The Indy Racing League made a White House call Tuesday to meet with President Bush and talk about racing and ethanol.
Indy 500 winner Sam Hornish Jr. presented the president with an autographed racing helmet and IRL CEO Tony George “shared a brief exchange” with Bush about ethanol, according to an IRL news release. The IndyCar Series is using a 10 percent ethanol blend this season and will convert to 100 percent fuel-grade ethanol for all races in 2007.
“You’re leading edge, leading edge,” said Bush, who has touted exploration and support of alternative fuel sources in his State of the Union address for the past two years.
Tom Slunecka, executive director of the Ethanol Promotion and Information Council, was pleased with the president’s recognition of the IRL’s ethanol use. “We appreciate the sentiments of the Bush administration, which has been a long-time supporter of ethanol, and together with its efforts to bring more ethanol to the consumer, we believe ethanol can take our country a long, long way.”
The stars just keep coming out for biofuels. The latest to lend a name to the domestic fuel movement is none other than Oscar-winning actress Julia Roberts, according to a release from Earth Biofuels.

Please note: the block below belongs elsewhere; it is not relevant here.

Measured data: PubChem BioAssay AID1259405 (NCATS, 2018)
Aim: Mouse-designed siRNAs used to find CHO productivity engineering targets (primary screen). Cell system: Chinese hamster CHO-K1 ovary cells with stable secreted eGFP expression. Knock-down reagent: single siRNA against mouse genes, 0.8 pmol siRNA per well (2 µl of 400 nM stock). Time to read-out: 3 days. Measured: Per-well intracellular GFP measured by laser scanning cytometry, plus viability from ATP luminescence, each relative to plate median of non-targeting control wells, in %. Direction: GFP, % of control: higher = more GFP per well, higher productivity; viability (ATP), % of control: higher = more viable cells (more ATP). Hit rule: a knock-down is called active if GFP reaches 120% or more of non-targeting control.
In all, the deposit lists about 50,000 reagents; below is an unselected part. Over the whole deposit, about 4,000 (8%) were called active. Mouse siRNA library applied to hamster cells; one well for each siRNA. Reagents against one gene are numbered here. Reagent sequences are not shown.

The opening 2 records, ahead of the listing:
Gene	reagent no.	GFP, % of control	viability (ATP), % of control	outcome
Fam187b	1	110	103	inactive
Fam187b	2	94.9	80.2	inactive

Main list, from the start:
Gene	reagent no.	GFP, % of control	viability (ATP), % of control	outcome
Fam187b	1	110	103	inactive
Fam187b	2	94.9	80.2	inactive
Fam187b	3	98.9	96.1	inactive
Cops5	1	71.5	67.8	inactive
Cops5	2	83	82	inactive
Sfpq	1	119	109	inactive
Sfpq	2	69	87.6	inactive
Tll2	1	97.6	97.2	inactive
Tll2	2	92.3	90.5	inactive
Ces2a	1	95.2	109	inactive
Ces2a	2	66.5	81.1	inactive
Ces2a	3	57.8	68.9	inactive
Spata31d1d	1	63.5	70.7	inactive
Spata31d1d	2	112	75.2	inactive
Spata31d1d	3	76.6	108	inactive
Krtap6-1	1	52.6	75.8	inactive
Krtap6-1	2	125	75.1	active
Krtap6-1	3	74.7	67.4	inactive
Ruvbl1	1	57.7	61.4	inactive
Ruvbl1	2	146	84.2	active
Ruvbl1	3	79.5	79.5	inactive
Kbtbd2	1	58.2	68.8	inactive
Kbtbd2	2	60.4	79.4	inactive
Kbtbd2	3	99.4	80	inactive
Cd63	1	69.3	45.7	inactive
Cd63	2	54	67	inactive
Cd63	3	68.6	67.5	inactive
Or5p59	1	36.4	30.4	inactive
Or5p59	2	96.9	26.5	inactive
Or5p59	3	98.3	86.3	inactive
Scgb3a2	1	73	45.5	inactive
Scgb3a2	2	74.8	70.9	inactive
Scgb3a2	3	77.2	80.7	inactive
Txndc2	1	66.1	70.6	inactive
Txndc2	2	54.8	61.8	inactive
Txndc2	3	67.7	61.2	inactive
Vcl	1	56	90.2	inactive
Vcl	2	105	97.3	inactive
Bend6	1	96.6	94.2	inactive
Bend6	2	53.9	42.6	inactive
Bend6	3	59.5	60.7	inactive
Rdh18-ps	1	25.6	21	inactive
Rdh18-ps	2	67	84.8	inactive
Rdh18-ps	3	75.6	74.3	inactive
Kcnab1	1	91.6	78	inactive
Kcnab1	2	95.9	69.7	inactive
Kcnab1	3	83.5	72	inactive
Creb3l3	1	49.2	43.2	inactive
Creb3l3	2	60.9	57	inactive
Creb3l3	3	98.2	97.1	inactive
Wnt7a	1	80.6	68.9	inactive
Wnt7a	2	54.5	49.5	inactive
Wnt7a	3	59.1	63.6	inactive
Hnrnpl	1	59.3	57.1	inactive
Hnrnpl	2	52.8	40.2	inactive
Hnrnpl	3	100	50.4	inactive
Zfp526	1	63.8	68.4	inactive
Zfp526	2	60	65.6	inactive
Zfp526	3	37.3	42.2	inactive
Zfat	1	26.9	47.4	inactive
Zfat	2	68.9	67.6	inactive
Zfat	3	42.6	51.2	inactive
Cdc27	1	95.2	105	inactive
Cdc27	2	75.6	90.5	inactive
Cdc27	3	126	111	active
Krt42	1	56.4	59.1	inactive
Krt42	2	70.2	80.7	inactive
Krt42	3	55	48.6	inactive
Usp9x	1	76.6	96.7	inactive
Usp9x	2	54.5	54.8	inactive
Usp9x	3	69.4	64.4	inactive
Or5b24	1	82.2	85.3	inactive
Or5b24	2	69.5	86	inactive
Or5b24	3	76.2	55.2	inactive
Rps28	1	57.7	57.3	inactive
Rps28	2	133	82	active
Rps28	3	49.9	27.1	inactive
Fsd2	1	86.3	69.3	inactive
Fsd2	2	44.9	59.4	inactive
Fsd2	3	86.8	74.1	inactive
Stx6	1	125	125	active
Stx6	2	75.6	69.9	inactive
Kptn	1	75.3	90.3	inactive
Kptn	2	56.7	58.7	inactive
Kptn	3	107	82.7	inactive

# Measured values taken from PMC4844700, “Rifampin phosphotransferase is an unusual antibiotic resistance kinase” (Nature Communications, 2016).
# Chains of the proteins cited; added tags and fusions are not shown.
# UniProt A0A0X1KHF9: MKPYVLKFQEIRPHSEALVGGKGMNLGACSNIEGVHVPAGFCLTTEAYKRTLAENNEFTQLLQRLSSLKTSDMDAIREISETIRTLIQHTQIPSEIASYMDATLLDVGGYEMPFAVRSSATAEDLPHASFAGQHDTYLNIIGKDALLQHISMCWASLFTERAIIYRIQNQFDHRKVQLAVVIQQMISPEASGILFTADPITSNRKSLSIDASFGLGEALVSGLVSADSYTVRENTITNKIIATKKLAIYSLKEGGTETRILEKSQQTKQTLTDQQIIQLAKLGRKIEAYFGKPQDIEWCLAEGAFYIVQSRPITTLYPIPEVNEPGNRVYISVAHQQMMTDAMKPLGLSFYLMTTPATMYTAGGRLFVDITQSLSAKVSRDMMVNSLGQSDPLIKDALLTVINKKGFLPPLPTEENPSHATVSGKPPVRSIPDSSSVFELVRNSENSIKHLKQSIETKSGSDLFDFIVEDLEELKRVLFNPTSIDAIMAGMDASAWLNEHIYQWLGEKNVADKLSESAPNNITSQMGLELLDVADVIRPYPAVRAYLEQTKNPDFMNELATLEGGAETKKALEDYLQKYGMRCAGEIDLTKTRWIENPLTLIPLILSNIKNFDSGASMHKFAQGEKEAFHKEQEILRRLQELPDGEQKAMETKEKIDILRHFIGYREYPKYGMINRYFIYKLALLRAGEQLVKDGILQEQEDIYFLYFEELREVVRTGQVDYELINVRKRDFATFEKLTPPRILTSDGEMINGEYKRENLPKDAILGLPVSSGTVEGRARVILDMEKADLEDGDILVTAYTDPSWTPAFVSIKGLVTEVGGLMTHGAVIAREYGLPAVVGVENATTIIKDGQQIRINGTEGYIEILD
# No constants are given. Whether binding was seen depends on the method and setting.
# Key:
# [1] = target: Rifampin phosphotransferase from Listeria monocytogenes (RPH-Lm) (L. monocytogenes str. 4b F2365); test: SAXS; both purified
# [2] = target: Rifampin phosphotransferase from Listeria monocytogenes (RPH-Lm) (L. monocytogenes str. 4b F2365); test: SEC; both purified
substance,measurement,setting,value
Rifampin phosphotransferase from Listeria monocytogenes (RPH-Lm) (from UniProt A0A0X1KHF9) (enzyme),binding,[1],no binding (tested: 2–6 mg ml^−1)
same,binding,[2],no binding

Ms. Roberts joins fellow Oscar-winner Morgan Freeman and country music legend Willie Nelson in promoting the use of renewable fuels such as Earth Biofuels’ biodiesel and ethanol.
“It’s very important that we expand our use of clean energy and make a long-term commitment to it,” Roberts said. “Biodiesel and ethanol are better for the environment and for the air we breathe.”
The Advisory Board will provide guidance to senior management on key issues and will serve to broaden biofuels awareness on a national scale. Earth Biofuels and Ms. Roberts will collaborate on a program to encourage the use of clean-burning biodiesel fuel in the more than 500,000 diesel school buses currently in service across the United States.